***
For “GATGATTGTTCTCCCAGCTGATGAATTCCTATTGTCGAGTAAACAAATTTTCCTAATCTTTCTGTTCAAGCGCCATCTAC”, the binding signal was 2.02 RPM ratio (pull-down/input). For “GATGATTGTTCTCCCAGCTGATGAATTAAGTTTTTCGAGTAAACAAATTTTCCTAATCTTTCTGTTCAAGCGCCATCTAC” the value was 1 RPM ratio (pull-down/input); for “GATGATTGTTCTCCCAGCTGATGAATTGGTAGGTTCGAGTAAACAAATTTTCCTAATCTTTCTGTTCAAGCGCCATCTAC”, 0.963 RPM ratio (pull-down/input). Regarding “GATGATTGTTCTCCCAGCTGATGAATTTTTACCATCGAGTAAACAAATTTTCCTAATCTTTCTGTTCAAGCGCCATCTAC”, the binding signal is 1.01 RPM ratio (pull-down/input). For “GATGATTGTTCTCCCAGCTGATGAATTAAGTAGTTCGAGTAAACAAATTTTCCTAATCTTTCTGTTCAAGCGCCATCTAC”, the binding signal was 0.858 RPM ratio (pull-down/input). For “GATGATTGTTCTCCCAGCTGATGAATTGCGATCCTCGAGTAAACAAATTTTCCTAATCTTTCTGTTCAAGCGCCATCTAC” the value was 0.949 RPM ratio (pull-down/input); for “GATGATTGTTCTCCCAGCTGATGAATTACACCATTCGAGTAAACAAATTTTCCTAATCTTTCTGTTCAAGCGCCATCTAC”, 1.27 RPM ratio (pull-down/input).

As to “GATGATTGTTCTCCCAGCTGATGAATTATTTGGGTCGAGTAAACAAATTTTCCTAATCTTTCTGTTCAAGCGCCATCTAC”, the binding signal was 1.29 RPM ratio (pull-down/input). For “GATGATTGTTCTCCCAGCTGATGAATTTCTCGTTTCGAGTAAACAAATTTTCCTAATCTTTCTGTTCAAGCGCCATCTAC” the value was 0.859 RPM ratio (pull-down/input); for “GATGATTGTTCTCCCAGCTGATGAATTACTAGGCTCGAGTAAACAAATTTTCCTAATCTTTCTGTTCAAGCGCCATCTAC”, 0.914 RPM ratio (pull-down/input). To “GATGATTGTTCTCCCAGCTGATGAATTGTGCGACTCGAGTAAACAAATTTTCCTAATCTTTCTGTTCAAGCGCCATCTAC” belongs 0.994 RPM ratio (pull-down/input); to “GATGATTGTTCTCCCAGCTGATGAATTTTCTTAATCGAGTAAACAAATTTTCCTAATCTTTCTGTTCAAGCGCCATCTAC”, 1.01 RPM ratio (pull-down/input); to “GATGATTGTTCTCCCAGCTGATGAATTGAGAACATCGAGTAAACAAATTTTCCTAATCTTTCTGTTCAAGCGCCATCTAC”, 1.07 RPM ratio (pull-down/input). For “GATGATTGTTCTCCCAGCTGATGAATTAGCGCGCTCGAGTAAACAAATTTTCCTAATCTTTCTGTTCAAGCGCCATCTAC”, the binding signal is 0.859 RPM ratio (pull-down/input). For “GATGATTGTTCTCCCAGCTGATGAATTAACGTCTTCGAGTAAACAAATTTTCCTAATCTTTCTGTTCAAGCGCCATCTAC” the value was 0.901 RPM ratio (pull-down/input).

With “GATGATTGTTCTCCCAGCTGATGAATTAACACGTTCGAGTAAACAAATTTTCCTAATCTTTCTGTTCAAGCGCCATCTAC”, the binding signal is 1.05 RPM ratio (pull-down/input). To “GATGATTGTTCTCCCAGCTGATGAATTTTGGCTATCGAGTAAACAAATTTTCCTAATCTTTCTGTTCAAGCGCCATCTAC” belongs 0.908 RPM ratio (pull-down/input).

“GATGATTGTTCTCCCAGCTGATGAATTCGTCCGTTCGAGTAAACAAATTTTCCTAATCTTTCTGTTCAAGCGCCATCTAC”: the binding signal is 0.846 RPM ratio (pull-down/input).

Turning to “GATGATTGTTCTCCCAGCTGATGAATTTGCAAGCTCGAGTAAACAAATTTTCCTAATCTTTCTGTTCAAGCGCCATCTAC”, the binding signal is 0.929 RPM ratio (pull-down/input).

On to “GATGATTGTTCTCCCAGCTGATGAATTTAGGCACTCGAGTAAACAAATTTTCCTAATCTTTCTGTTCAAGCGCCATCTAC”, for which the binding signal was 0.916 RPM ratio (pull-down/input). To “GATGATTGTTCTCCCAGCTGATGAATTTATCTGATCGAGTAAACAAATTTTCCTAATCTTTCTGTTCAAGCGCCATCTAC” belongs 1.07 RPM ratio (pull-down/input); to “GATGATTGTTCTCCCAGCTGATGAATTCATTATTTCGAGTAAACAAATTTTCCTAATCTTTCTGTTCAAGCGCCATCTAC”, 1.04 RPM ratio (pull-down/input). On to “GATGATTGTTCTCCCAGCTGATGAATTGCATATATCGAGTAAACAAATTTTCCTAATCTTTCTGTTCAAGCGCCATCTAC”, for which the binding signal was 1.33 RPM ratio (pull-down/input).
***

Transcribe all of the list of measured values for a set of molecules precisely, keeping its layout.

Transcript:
For “GATGATTGTTCTCCCAGCTGATGAATTCCTATTGTCGAGTAAACAAATTTTCCTAATCTTTCTGTTCAAGCGCCATCTAC”, the binding signal was 2.02 RPM ratio (pull-down/input). For “GATGATTGTTCTCCCAGCTGATGAATTAAGTTTTTCGAGTAAACAAATTTTCCTAATCTTTCTGTTCAAGCGCCATCTAC” the value was 1 RPM ratio (pull-down/input); for “GATGATTGTTCTCCCAGCTGATGAATTGGTAGGTTCGAGTAAACAAATTTTCCTAATCTTTCTGTTCAAGCGCCATCTAC”, 0.963 RPM ratio (pull-down/input). Regarding “GATGATTGTTCTCCCAGCTGATGAATTTTTACCATCGAGTAAACAAATTTTCCTAATCTTTCTGTTCAAGCGCCATCTAC”, the binding signal is 1.01 RPM ratio (pull-down/input). For “GATGATTGTTCTCCCAGCTGATGAATTAAGTAGTTCGAGTAAACAAATTTTCCTAATCTTTCTGTTCAAGCGCCATCTAC”, the binding signal was 0.858 RPM ratio (pull-down/input). For “GATGATTGTTCTCCCAGCTGATGAATTGCGATCCTCGAGTAAACAAATTTTCCTAATCTTTCTGTTCAAGCGCCATCTAC” the value was 0.949 RPM ratio (pull-down/input); for “GATGATTGTTCTCCCAGCTGATGAATTACACCATTCGAGTAAACAAATTTTCCTAATCTTTCTGTTCAAGCGCCATCTAC”, 1.27 RPM ratio (pull-down/input).

As to “GATGATTGTTCTCCCAGCTGATGAATTATTTGGGTCGAGTAAACAAATTTTCCTAATCTTTCTGTTCAAGCGCCATCTAC”, the binding signal was 1.29 RPM ratio (pull-down/input). For “GATGATTGTTCTCCCAGCTGATGAATTTCTCGTTTCGAGTAAACAAATTTTCCTAATCTTTCTGTTCAAGCGCCATCTAC” the value was 0.859 RPM ratio (pull-down/input); for “GATGATTGTTCTCCCAGCTGATGAATTACTAGGCTCGAGTAAACAAATTTTCCTAATCTTTCTGTTCAAGCGCCATCTAC”, 0.914 RPM ratio (pull-down/input). To “GATGATTGTTCTCCCAGCTGATGAATTGTGCGACTCGAGTAAACAAATTTTCCTAATCTTTCTGTTCAAGCGCCATCTAC” belongs 0.994 RPM ratio (pull-down/input); to “GATGATTGTTCTCCCAGCTGATGAATTTTCTTAATCGAGTAAACAAATTTTCCTAATCTTTCTGTTCAAGCGCCATCTAC”, 1.01 RPM ratio (pull-down/input); to “GATGATTGTTCTCCCAGCTGATGAATTGAGAACATCGAGTAAACAAATTTTCCTAATCTTTCTGTTCAAGCGCCATCTAC”, 1.07 RPM ratio (pull-down/input). For “GATGATTGTTCTCCCAGCTGATGAATTAGCGCGCTCGAGTAAACAAATTTTCCTAATCTTTCTGTTCAAGCGCCATCTAC”, the binding signal is 0.859 RPM ratio (pull-down/input). For “GATGATTGTTCTCCCAGCTGATGAATTAACGTCTTCGAGTAAACAAATTTTCCTAATCTTTCTGTTCAAGCGCCATCTAC” the value was 0.901 RPM ratio (pull-down/input).

With “GATGATTGTTCTCCCAGCTGATGAATTAACACGTTCGAGTAAACAAATTTTCCTAATCTTTCTGTTCAAGCGCCATCTAC”, the binding signal is 1.05 RPM ratio (pull-down/input). To “GATGATTGTTCTCCCAGCTGATGAATTTTGGCTATCGAGTAAACAAATTTTCCTAATCTTTCTGTTCAAGCGCCATCTAC” belongs 0.908 RPM ratio (pull-down/input).

“GATGATTGTTCTCCCAGCTGATGAATTCGTCCGTTCGAGTAAACAAATTTTCCTAATCTTTCTGTTCAAGCGCCATCTAC”: the binding signal is 0.846 RPM ratio (pull-down/input).

Turning to “GATGATTGTTCTCCCAGCTGATGAATTTGCAAGCTCGAGTAAACAAATTTTCCTAATCTTTCTGTTCAAGCGCCATCTAC”, the binding signal is 0.929 RPM ratio (pull-down/input).

On to “GATGATTGTTCTCCCAGCTGATGAATTTAGGCACTCGAGTAAACAAATTTTCCTAATCTTTCTGTTCAAGCGCCATCTAC”, for which the binding signal was 0.916 RPM ratio (pull-down/input). To “GATGATTGTTCTCCCAGCTGATGAATTTATCTGATCGAGTAAACAAATTTTCCTAATCTTTCTGTTCAAGCGCCATCTAC” belongs 1.07 RPM ratio (pull-down/input); to “GATGATTGTTCTCCCAGCTGATGAATTCATTATTTCGAGTAAACAAATTTTCCTAATCTTTCTGTTCAAGCGCCATCTAC”, 1.04 RPM ratio (pull-down/input). On to “GATGATTGTTCTCCCAGCTGATGAATTGCATATATCGAGTAAACAAATTTTCCTAATCTTTCTGTTCAAGCGCCATCTAC”, for which the binding signal was 1.33 RPM ratio (pull-down/input).